I am in my mid 40s and have not been seeing much progress
in the gym. Someone suggested I should consider using MGF . I
looked up "MGF supplement" on Google and found alot
of information. Please let me know what you think of it.
Eric Serrano, MD found no significant increase of growth
hormone with MGF spray in his clinical studies. Dr. Serrano has
noted a significant increase of growth hormone with 8 to 12 grams
of arginine pyroglutamate, but he warns some people get nauseated.
Amino acids, such as Arginine and Orthinine may increase growth
hormone, but it has been proposed a stress to the body, such
as irritation to the gastrointestinal system can increase growth
hormone. Interestingly, workouts with only a brief rest between
sets and exercises can increase growth hormone.
The effects of growth hormone in adults seem to be more lipolytic
than anabolic. In other words, an increase of growth hormone
may burn fat more than build muscle.
Would you recommend 1-AD (Androgen-1). It contains 1 (5-alpha)
Androstene 3, 17 diol 100mg. The label says: "The Anabolic
platform from IDS is made up of prohormones which primarily effect
muscle tissue similar to Deca Durabolin, Anavar, or Primabolin."
Eric Seranno, MD, explains this prohormone is a very active compound,
and even though Androstene supposedly does not metabolize to
estrogen directly, it will affect estrogen receptors. He suggests
you would be better off spending your money on steroids and get
better results with the same side effects. Dr. Serrano explains:
"In my clinic, 90% of the people that use prohormones
for a long time will get some type of mental problem, depression,
anxiety, something, that is why I don't recommend them".
Serrano feels the manufacturers and resellers of these supplements
have been less than honest toward consumers about how well these
compounds work. He does see results with some of his patients
within 6 weeks, increasing in size and strength, but after, there
is no additional progress. Serrano suggests if someone insists
on using prohormones, they consider using them 6 weeks on and
three weeks off.
Dr Mauro Di Pasquale, MD also points out problems with the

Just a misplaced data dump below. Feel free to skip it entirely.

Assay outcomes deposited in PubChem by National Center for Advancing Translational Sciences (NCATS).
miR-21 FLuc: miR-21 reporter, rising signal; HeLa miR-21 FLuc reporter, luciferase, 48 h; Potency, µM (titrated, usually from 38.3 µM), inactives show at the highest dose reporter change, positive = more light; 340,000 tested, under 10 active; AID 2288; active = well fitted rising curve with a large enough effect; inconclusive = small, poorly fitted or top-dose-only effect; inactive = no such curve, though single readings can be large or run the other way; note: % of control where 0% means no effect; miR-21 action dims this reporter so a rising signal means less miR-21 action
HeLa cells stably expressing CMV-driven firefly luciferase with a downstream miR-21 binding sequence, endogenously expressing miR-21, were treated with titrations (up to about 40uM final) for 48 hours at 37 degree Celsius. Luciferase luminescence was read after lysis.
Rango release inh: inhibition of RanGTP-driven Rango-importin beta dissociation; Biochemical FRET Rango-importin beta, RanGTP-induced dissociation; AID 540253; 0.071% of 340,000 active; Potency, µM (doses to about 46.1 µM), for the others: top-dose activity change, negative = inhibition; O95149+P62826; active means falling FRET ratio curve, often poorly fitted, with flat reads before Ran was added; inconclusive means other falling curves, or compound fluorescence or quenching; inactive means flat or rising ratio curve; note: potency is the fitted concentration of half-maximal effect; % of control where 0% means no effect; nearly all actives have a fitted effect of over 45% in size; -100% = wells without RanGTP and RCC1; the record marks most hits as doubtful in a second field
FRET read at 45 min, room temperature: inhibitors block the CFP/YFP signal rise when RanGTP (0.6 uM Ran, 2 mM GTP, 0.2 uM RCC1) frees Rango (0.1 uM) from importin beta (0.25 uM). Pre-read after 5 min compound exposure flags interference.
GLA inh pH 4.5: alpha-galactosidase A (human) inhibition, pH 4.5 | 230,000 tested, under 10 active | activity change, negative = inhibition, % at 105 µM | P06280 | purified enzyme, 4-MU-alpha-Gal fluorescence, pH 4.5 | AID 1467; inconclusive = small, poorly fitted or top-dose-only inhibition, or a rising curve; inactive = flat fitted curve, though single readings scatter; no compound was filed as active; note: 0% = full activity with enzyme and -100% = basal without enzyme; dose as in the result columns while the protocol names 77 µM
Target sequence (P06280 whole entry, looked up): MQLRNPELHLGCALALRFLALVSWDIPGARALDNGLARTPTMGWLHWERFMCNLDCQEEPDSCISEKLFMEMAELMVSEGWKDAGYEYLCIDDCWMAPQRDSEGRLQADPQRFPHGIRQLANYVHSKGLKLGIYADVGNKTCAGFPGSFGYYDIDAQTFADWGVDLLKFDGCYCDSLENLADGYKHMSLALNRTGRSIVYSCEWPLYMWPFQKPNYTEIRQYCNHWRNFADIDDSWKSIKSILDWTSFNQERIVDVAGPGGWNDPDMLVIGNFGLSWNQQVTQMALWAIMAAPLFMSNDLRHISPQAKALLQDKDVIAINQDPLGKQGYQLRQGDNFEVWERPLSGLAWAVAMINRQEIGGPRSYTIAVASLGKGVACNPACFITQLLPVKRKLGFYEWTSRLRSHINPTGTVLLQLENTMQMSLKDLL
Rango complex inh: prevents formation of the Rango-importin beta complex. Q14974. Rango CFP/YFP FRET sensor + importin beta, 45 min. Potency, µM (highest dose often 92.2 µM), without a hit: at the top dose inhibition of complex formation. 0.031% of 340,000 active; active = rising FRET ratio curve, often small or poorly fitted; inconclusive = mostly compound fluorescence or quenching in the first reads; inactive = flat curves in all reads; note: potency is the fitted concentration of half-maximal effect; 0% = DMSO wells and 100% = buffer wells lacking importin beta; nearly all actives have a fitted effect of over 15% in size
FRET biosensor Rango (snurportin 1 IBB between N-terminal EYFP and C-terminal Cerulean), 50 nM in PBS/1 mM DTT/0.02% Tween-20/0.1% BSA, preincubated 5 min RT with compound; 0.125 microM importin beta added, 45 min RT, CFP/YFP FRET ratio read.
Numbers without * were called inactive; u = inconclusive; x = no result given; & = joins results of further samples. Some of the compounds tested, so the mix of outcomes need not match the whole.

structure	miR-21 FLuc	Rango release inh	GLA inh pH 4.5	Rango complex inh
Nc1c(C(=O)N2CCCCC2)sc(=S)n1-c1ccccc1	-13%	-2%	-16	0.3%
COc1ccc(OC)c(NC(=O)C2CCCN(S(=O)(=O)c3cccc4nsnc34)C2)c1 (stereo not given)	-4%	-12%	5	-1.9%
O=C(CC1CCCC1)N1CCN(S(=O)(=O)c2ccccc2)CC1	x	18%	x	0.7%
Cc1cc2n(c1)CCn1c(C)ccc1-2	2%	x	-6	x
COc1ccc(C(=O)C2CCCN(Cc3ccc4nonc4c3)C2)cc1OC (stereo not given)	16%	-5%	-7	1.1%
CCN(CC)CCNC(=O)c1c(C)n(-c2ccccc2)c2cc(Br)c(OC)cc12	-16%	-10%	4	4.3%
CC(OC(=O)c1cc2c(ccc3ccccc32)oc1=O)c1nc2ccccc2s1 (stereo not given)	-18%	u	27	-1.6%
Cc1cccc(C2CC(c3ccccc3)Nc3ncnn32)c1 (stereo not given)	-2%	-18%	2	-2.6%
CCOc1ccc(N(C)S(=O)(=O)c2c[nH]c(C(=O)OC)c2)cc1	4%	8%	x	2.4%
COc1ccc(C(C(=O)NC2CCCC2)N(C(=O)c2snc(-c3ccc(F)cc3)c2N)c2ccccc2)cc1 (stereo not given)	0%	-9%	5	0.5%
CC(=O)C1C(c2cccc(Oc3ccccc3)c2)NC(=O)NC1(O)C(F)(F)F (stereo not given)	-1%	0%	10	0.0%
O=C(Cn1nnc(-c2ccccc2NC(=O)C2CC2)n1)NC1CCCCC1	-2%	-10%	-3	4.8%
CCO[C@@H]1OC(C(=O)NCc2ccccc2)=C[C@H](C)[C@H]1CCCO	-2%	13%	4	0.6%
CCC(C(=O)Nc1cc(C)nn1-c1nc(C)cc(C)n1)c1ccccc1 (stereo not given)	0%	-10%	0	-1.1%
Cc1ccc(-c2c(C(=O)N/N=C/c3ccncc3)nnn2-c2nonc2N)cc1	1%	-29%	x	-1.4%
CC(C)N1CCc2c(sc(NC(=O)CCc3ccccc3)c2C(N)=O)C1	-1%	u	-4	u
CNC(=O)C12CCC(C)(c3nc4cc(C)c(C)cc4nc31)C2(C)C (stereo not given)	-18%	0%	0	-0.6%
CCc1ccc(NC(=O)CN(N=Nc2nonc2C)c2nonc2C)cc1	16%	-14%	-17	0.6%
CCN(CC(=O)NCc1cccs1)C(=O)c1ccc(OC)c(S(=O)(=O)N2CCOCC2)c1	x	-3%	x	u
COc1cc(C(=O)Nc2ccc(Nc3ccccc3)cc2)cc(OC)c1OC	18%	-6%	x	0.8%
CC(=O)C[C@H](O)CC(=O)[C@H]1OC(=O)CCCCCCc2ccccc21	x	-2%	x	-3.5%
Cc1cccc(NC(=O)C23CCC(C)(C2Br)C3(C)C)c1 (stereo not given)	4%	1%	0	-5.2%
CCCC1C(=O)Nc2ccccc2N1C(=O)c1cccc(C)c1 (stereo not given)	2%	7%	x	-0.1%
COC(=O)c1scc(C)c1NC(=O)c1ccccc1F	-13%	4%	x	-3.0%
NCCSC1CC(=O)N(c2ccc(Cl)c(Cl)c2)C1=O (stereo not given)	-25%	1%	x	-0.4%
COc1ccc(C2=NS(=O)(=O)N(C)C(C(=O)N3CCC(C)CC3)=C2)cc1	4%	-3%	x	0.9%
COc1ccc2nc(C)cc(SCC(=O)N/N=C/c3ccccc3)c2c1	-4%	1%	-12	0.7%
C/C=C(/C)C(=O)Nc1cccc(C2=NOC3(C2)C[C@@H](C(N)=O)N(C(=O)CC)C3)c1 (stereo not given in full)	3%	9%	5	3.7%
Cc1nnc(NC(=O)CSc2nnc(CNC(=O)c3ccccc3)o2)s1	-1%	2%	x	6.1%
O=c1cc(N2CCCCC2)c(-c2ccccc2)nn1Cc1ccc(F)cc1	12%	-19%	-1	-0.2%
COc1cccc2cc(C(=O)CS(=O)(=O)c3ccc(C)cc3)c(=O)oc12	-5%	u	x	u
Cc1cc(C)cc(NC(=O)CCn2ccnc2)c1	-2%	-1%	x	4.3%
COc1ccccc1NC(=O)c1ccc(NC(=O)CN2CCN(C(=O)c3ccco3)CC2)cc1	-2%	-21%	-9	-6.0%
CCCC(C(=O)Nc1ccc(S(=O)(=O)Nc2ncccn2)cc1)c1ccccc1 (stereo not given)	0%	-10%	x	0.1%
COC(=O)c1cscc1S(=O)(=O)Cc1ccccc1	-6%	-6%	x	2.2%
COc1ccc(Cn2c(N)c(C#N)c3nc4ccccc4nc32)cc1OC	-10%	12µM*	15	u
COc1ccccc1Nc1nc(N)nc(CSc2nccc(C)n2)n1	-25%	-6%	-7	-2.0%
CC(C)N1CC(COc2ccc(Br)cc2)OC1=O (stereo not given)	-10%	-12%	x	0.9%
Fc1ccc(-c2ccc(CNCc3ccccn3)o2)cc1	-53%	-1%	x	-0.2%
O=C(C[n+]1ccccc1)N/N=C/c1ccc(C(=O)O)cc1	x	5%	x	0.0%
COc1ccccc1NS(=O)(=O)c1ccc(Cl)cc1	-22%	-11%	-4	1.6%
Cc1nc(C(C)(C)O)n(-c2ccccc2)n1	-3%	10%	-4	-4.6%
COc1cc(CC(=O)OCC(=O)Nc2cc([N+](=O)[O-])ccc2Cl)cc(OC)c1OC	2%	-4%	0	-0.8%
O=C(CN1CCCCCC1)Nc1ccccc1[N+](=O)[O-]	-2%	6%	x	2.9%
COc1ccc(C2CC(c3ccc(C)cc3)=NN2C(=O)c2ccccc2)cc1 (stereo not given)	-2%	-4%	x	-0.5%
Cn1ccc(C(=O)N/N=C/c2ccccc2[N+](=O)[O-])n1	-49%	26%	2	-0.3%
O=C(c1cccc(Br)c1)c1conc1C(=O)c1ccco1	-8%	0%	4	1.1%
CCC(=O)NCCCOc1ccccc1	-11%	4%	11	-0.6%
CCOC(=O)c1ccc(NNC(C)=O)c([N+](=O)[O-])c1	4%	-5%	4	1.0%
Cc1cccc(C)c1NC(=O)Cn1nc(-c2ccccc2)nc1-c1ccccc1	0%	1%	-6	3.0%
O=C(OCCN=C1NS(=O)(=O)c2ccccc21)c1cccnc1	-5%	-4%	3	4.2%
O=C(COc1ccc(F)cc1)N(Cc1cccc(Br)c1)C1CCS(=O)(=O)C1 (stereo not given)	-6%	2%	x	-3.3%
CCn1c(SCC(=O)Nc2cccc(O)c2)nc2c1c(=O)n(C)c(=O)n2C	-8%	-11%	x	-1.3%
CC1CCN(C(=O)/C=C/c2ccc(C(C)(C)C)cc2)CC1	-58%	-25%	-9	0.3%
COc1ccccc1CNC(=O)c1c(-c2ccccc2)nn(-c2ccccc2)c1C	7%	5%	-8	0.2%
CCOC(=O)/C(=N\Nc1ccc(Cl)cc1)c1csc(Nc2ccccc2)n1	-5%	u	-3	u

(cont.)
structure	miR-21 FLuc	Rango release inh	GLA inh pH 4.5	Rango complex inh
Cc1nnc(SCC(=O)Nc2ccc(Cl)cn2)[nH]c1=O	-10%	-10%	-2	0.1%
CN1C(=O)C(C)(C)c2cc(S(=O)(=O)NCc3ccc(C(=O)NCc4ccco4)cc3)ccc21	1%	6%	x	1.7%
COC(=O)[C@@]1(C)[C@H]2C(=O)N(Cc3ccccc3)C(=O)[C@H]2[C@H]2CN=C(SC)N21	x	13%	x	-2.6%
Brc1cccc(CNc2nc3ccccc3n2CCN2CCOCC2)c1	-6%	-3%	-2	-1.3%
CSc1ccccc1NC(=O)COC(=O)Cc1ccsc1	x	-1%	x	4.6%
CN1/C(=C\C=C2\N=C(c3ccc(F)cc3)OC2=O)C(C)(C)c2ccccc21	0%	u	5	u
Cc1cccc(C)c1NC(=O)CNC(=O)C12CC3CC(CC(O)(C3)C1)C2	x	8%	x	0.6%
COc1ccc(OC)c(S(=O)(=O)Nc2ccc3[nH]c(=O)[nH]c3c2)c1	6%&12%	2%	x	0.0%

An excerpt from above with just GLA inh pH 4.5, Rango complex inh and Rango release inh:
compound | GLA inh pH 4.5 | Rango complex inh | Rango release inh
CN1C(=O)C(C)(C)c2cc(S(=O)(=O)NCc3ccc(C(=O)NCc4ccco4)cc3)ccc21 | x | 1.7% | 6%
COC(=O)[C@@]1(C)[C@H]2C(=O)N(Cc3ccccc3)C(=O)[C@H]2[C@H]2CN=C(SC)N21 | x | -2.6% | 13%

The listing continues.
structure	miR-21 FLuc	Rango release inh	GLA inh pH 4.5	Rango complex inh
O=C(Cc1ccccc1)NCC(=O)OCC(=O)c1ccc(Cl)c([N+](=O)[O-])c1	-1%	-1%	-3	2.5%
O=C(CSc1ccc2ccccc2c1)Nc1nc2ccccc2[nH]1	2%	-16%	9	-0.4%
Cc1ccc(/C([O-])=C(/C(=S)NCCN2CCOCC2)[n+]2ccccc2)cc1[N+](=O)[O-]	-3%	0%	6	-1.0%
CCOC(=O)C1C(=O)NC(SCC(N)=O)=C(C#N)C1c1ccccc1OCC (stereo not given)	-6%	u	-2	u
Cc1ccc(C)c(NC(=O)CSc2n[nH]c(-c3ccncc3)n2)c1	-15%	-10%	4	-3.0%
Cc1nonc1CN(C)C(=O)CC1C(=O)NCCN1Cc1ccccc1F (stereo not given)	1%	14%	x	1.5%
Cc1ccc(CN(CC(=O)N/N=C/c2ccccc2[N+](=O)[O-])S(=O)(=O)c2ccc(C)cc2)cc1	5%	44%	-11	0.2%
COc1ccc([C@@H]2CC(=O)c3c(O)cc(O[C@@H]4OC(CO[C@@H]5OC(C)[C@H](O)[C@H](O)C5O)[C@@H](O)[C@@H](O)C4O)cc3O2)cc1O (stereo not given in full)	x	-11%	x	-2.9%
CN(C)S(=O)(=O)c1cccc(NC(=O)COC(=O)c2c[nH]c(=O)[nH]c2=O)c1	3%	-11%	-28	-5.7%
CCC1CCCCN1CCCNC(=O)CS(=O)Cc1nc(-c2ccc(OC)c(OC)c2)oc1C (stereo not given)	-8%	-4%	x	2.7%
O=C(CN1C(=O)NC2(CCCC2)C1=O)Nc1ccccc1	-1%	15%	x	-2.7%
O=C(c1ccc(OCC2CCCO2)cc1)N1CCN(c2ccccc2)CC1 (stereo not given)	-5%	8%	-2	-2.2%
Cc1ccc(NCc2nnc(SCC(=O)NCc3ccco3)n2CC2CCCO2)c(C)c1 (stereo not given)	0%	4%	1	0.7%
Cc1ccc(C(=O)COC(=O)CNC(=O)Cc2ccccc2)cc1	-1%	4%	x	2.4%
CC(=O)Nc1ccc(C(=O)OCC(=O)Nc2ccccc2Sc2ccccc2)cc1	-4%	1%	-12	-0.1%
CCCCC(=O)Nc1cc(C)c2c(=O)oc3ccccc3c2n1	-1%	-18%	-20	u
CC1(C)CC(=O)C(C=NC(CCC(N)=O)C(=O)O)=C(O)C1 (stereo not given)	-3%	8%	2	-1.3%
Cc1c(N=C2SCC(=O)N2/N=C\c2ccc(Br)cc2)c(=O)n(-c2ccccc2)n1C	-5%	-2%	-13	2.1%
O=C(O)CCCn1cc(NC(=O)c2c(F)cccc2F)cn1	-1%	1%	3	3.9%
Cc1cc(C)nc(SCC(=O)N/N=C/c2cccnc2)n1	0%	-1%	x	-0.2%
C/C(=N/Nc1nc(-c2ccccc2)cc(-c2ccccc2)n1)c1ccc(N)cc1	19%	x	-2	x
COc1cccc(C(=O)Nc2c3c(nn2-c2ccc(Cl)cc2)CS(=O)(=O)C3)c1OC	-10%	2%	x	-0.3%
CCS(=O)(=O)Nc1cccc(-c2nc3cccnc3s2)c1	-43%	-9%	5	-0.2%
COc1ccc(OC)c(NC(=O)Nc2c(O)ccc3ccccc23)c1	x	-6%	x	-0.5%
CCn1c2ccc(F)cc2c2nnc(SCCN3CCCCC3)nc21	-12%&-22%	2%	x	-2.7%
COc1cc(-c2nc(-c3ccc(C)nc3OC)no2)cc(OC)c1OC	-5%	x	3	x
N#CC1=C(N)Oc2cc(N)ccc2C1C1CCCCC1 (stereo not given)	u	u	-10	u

use of prohormone:
Do you know anything or have any research about this supplement
that supposedly suppresses myostatin?
The general consensus seems to be that myostatin expression
in the body is so genetic that no form of supplementation currently
available can alter the genetic state. There are specific companies
out there that are trying to market myostatin inhibitors and
blockers but so far there seems to be no real evidence to prove
that they work. It's kind of funny because as soon as studies
came out about Myostatin and how there was a lack of this gene
in certain animals like the Belgian Blue Cow and certain whippet
dogs everyone started jumping on the bandwagon thinking that
a supplement could easily be made to replicate the same effects
as in these rare creatures. It also appears that there were a
few children born within the last several years who have the
genetic makeup lacking the myostatin gene. It sounds like even
at an early age they are already very muscular and have extreme
potential for muscle growth. There is also a theory out there
that certain bodybuilders such as Ronnie Coleman have this specific
gene as well.
However, there is a certain company called Wyeth that has been
working on Myostatin inhibitors and blockers since the late 90s.
They had been specifically working on a drug called MYO-029 that
had high hopes of blocking myostatin in certain patients with
muscular dystrophy. They also thought that if it worked on patients
with this disease it could possibly transfer into the athletic
setting. However, in the beginning of 2008 they called it quits
on this specific drug due to the fact that studies were not showing
any results from its use. I guess they are still working on blocking
myostatin or limiting its expression but they are starting from
scratch with a new formula.